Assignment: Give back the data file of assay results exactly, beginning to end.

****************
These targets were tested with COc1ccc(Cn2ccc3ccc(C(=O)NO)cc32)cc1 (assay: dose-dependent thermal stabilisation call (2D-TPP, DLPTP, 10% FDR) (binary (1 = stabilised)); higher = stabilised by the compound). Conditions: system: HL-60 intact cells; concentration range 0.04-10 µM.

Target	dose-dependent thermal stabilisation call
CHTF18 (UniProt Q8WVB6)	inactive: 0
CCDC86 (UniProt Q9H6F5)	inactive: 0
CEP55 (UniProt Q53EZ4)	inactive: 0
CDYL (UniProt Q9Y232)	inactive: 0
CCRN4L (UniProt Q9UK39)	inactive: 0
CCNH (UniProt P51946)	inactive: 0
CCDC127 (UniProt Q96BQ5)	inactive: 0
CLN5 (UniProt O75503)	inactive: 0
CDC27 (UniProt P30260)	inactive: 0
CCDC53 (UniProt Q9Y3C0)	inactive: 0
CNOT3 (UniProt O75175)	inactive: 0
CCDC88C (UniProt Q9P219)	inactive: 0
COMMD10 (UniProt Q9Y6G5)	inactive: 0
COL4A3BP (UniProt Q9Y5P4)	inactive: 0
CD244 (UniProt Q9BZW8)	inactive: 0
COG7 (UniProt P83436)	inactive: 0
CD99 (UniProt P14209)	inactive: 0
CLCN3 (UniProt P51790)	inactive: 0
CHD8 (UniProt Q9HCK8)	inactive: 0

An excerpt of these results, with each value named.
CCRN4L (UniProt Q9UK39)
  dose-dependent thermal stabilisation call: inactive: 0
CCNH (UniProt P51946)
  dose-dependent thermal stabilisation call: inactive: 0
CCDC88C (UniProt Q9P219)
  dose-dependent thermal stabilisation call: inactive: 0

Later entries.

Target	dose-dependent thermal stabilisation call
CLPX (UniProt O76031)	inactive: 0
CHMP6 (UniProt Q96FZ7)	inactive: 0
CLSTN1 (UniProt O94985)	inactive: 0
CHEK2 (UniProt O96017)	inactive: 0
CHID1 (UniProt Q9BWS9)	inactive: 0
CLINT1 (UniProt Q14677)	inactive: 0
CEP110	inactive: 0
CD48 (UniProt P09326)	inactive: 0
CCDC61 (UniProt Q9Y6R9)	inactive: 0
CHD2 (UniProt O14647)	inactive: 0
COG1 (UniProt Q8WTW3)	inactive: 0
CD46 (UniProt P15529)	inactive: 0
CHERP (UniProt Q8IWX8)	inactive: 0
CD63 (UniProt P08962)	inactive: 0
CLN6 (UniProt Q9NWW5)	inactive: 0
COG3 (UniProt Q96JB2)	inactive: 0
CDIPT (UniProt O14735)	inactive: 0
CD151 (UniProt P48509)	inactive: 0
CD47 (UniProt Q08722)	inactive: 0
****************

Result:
These targets were tested with COc1ccc(Cn2ccc3ccc(C(=O)NO)cc32)cc1 (assay: dose-dependent thermal stabilisation call (2D-TPP, DLPTP, 10% FDR) (binary (1 = stabilised)); higher = stabilised by the compound). Conditions: system: HL-60 intact cells; concentration range 0.04-10 µM.

Target	dose-dependent thermal stabilisation call
CHTF18 (UniProt Q8WVB6)	inactive: 0
CCDC86 (UniProt Q9H6F5)	inactive: 0
CEP55 (UniProt Q53EZ4)	inactive: 0
CDYL (UniProt Q9Y232)	inactive: 0
CCRN4L (UniProt Q9UK39)	inactive: 0
CCNH (UniProt P51946)	inactive: 0
CCDC127 (UniProt Q96BQ5)	inactive: 0
CLN5 (UniProt O75503)	inactive: 0
CDC27 (UniProt P30260)	inactive: 0
CCDC53 (UniProt Q9Y3C0)	inactive: 0
CNOT3 (UniProt O75175)	inactive: 0
CCDC88C (UniProt Q9P219)	inactive: 0
COMMD10 (UniProt Q9Y6G5)	inactive: 0
COL4A3BP (UniProt Q9Y5P4)	inactive: 0
CD244 (UniProt Q9BZW8)	inactive: 0
COG7 (UniProt P83436)	inactive: 0
CD99 (UniProt P14209)	inactive: 0
CLCN3 (UniProt P51790)	inactive: 0
CHD8 (UniProt Q9HCK8)	inactive: 0

An excerpt of these results, with each value named.
CCRN4L (UniProt Q9UK39)
  dose-dependent thermal stabilisation call: inactive: 0
CCNH (UniProt P51946)
  dose-dependent thermal stabilisation call: inactive: 0
CCDC88C (UniProt Q9P219)
  dose-dependent thermal stabilisation call: inactive: 0

Later entries.

Target	dose-dependent thermal stabilisation call
CLPX (UniProt O76031)	inactive: 0
CHMP6 (UniProt Q96FZ7)	inactive: 0
CLSTN1 (UniProt O94985)	inactive: 0
CHEK2 (UniProt O96017)	inactive: 0
CHID1 (UniProt Q9BWS9)	inactive: 0
CLINT1 (UniProt Q14677)	inactive: 0
CEP110	inactive: 0
CD48 (UniProt P09326)	inactive: 0
CCDC61 (UniProt Q9Y6R9)	inactive: 0
CHD2 (UniProt O14647)	inactive: 0
COG1 (UniProt Q8WTW3)	inactive: 0
CD46 (UniProt P15529)	inactive: 0
CHERP (UniProt Q8IWX8)	inactive: 0
CD63 (UniProt P08962)	inactive: 0
CLN6 (UniProt Q9NWW5)	inactive: 0
COG3 (UniProt Q96JB2)	inactive: 0
CDIPT (UniProt O14735)	inactive: 0
CD151 (UniProt P48509)	inactive: 0
CD47 (UniProt Q08722)	inactive: 0